The three hatched in a breeding centre in Haryana in the months of February and March and took their first flight recently. They are an addition to the population of Asian vultures that have three varieties – the long-billed, slender-billed and oriental white-blacked vultures. All three species are critically endangered with just 60,000 left in the world today.
The main reason for the death of these vultures has been eating of cattle carcasses with diclofenac, a pain-killer given to sick cows. Over the last six years Indian scientists with aid and guidance from the Britain's Royal Society for the Protection of Birds, have been trying to breed the three species in captivity. While they had been successful in breeding the other two species, this is the first time that the long-billed vulture has been bred.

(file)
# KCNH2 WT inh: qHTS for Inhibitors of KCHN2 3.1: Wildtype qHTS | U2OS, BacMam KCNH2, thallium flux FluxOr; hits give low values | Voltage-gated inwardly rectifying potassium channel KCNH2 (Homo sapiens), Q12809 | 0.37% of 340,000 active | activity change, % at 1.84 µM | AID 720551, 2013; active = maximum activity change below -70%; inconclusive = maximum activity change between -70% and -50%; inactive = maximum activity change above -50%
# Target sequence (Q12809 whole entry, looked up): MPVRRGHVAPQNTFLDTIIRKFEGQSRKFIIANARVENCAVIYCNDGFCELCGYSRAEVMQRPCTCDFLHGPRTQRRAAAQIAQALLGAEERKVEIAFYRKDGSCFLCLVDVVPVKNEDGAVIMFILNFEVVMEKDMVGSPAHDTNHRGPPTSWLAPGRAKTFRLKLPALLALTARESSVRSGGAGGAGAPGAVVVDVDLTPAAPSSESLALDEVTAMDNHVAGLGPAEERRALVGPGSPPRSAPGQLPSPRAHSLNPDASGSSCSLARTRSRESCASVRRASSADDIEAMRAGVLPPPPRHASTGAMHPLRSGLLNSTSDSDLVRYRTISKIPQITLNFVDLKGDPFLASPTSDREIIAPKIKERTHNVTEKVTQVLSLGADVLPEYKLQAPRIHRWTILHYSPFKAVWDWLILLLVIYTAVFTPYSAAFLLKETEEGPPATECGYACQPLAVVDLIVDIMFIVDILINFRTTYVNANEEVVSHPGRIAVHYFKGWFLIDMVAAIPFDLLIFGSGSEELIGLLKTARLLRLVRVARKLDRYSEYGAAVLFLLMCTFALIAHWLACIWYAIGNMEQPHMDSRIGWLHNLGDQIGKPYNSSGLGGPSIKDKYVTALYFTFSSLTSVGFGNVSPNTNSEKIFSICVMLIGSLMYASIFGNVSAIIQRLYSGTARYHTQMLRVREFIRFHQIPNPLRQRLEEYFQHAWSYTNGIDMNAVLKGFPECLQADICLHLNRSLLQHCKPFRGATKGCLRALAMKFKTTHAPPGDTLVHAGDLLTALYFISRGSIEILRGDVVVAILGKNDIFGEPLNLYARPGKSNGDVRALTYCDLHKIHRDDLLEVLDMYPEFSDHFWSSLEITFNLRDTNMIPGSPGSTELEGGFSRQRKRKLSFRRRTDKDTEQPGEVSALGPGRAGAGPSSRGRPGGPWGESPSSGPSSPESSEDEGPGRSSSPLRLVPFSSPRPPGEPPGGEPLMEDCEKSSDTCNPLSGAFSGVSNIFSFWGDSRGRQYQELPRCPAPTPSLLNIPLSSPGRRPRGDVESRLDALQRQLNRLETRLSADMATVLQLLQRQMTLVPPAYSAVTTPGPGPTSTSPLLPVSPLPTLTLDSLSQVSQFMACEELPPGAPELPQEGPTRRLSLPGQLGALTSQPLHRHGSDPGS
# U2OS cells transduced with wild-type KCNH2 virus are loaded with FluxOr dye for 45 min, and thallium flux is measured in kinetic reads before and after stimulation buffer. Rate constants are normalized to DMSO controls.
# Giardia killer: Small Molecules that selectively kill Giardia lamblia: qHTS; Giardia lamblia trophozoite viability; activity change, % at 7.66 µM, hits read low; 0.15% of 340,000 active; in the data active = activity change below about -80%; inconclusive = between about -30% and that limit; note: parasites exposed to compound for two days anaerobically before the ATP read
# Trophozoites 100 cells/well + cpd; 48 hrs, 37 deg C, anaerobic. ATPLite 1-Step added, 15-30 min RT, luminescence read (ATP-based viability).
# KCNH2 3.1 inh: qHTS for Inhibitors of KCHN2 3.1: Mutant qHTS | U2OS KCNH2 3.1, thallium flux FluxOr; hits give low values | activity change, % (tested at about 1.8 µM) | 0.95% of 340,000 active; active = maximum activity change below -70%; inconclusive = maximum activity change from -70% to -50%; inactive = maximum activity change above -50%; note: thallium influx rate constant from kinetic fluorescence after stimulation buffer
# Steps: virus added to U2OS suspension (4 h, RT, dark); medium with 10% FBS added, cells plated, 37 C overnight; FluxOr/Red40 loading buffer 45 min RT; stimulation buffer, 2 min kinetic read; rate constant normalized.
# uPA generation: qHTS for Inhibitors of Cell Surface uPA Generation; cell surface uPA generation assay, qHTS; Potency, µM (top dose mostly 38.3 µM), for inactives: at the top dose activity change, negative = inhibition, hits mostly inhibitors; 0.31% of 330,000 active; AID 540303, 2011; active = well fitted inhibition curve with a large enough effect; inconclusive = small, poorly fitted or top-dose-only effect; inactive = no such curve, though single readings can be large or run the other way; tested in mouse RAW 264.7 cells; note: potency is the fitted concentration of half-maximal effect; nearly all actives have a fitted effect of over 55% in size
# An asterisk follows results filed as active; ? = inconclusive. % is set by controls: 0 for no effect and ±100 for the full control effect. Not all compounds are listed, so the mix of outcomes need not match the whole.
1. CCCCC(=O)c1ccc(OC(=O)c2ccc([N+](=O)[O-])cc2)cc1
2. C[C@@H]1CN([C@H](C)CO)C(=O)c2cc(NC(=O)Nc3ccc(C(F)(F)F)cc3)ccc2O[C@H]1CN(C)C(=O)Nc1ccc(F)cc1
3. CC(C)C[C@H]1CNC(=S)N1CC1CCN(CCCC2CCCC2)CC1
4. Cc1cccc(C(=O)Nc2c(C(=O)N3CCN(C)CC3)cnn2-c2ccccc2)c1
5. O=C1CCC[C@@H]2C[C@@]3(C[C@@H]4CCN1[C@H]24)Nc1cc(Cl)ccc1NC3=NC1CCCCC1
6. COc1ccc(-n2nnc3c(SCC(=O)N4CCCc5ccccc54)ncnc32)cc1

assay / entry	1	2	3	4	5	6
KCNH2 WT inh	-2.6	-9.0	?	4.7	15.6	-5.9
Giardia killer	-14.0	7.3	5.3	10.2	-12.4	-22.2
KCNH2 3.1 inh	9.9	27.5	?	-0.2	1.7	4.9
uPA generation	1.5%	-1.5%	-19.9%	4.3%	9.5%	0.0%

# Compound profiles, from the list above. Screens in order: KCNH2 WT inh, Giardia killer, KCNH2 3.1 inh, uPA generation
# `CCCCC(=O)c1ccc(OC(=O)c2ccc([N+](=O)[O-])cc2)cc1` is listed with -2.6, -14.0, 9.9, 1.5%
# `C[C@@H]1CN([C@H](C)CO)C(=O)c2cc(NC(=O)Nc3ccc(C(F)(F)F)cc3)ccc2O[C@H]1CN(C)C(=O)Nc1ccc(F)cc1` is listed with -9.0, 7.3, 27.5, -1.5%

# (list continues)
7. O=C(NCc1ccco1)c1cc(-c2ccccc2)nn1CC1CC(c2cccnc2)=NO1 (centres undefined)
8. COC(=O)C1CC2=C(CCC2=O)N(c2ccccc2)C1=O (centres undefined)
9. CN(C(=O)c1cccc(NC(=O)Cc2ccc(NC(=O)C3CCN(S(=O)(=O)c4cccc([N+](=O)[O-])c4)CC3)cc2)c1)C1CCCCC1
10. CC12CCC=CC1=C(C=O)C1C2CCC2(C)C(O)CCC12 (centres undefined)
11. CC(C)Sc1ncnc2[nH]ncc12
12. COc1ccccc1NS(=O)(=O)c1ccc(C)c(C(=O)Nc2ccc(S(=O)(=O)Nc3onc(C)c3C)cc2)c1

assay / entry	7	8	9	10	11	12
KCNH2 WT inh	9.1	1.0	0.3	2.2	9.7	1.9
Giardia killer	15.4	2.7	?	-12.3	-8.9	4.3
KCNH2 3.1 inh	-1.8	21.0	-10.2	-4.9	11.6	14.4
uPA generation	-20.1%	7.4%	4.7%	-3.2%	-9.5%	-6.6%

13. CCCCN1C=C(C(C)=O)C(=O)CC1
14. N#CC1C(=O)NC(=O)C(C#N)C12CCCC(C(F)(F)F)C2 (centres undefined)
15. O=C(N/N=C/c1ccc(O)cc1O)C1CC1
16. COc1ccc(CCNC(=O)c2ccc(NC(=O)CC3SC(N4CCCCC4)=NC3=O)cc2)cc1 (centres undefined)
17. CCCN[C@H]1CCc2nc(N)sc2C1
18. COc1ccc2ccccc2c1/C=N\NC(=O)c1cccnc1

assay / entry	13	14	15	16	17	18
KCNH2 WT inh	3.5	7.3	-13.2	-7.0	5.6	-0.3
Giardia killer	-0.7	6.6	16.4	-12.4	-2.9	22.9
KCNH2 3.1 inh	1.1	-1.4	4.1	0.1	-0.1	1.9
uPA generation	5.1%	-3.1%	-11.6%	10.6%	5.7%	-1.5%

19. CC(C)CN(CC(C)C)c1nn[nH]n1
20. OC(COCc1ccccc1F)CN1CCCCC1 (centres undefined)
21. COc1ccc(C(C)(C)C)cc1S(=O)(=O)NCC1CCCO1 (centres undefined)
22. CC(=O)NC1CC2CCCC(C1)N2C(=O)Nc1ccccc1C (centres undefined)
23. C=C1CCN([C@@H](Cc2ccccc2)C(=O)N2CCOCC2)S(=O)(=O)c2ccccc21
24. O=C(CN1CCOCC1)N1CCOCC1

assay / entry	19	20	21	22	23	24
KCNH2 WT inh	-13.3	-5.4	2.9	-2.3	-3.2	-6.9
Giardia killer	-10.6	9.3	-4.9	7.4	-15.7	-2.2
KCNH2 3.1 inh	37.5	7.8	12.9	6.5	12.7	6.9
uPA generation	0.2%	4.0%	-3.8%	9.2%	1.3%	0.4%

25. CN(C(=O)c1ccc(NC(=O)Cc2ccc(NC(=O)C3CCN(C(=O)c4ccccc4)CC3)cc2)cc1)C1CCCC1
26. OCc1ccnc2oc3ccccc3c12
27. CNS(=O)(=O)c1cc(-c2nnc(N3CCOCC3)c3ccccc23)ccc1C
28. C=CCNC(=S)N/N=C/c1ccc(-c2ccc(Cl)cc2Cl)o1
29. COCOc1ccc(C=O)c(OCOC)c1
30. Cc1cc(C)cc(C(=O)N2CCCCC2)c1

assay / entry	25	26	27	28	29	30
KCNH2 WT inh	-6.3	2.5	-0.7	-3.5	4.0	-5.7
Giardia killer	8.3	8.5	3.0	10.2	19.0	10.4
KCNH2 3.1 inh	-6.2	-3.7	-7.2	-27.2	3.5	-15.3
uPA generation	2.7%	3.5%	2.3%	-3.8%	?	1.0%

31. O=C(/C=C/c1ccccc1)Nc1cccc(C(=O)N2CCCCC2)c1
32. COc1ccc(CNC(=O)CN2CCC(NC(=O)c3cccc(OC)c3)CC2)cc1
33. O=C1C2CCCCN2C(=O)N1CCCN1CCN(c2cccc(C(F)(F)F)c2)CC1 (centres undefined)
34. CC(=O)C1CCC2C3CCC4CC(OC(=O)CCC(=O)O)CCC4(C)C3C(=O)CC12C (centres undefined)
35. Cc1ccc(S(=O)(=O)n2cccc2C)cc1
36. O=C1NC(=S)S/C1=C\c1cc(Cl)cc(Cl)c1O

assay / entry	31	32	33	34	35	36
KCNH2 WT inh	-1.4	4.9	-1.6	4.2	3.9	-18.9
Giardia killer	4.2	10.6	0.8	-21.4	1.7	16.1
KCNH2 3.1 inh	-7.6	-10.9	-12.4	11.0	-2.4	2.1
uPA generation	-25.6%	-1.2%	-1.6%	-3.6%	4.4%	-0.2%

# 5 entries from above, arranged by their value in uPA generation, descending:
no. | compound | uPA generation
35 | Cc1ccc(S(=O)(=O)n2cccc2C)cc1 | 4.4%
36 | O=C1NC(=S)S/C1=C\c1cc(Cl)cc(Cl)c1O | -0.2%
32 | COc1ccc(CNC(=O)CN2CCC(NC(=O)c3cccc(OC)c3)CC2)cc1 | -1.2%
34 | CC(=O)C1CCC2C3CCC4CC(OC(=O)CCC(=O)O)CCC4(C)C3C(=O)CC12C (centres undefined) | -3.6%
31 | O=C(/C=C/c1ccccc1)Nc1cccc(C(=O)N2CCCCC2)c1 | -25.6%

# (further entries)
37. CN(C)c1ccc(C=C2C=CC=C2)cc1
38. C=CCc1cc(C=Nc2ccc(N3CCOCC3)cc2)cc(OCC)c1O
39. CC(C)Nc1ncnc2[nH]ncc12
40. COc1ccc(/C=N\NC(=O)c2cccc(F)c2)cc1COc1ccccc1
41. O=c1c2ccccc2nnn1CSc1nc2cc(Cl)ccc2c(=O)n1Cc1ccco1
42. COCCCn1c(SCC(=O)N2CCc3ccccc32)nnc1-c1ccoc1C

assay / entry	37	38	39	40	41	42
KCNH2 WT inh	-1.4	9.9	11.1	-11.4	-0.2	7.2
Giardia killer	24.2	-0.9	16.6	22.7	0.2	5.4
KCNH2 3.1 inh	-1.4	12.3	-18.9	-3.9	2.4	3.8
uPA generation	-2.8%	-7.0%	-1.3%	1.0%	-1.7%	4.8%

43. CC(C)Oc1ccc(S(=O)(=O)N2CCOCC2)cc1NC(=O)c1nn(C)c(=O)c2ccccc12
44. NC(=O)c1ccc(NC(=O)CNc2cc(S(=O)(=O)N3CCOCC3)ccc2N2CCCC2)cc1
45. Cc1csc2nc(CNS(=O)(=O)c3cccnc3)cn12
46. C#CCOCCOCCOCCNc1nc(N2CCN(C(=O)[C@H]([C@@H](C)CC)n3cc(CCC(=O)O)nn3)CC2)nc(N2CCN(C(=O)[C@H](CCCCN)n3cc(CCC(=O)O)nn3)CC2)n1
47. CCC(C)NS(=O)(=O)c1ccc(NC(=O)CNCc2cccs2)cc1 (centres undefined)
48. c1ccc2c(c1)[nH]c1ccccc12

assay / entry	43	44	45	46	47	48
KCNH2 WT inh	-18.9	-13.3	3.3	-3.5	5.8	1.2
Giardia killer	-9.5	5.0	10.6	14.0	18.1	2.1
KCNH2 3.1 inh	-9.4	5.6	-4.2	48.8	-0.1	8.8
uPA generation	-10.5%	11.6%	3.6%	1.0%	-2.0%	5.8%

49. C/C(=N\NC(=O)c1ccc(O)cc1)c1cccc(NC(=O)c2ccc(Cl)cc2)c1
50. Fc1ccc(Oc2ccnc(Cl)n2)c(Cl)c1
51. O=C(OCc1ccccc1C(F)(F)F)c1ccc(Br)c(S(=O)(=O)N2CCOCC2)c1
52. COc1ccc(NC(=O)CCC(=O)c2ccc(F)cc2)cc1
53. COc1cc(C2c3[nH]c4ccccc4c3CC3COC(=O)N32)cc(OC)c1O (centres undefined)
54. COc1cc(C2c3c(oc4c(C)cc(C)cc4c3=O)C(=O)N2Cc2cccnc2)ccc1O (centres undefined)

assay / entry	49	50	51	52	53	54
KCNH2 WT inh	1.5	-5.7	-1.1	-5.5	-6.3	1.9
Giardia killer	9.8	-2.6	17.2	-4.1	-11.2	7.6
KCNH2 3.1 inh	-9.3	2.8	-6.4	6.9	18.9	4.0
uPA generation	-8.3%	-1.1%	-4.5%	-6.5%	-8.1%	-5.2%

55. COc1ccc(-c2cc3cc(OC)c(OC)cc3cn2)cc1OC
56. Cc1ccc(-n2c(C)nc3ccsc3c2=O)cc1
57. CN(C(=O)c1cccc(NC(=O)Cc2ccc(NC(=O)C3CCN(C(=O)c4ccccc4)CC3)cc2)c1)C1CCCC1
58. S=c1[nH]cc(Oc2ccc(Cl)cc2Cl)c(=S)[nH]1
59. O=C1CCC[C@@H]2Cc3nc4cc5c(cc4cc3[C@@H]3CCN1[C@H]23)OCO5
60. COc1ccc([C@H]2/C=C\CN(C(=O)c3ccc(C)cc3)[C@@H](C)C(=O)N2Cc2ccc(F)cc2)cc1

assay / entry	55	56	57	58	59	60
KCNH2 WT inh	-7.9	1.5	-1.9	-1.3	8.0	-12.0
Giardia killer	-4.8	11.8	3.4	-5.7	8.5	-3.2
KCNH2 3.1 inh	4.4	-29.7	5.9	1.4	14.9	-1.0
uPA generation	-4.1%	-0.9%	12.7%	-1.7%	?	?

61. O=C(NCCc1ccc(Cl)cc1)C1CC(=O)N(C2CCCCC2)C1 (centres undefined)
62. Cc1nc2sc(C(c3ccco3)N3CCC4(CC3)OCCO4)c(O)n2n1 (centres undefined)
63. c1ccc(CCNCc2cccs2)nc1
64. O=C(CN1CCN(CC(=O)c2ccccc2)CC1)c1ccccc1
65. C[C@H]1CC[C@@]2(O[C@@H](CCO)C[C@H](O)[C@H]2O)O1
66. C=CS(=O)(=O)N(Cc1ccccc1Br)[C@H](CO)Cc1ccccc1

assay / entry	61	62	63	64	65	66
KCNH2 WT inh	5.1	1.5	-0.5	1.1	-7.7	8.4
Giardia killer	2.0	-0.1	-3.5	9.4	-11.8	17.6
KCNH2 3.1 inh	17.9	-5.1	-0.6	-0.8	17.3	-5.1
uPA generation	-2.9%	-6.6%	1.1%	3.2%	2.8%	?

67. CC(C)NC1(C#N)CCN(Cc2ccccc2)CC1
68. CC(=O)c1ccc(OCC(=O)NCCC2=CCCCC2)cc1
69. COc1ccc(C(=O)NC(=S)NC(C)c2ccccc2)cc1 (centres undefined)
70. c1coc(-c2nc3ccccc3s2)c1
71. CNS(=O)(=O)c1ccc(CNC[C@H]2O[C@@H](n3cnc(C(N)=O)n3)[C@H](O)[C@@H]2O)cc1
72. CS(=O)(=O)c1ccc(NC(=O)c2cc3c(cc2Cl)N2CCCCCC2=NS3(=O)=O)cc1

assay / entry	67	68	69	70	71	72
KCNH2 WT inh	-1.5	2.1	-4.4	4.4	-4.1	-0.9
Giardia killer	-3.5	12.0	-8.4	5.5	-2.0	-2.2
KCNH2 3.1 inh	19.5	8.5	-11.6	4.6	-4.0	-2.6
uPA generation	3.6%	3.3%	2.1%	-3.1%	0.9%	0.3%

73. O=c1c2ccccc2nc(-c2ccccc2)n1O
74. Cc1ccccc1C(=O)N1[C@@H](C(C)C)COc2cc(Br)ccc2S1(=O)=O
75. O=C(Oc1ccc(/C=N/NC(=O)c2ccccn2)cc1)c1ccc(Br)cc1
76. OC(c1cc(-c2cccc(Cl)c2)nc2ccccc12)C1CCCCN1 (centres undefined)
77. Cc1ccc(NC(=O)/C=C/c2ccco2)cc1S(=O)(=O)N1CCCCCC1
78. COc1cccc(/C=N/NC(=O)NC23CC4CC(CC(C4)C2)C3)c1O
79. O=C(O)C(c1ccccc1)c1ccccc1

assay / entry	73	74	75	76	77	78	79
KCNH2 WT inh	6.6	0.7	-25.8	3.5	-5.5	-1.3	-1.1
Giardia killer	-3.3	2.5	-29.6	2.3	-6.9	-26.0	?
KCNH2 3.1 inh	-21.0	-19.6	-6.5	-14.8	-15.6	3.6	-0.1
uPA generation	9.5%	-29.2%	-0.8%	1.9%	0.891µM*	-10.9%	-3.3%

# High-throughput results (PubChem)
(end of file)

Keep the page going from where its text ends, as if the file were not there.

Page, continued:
According to Graham Madge, spokesperson for the Britain royal society, now efforts are being made by them and Bombay Natural History Society to develop safe zones for the birds so that they can fly freely.
Photo by donjd2 via cc/Flickr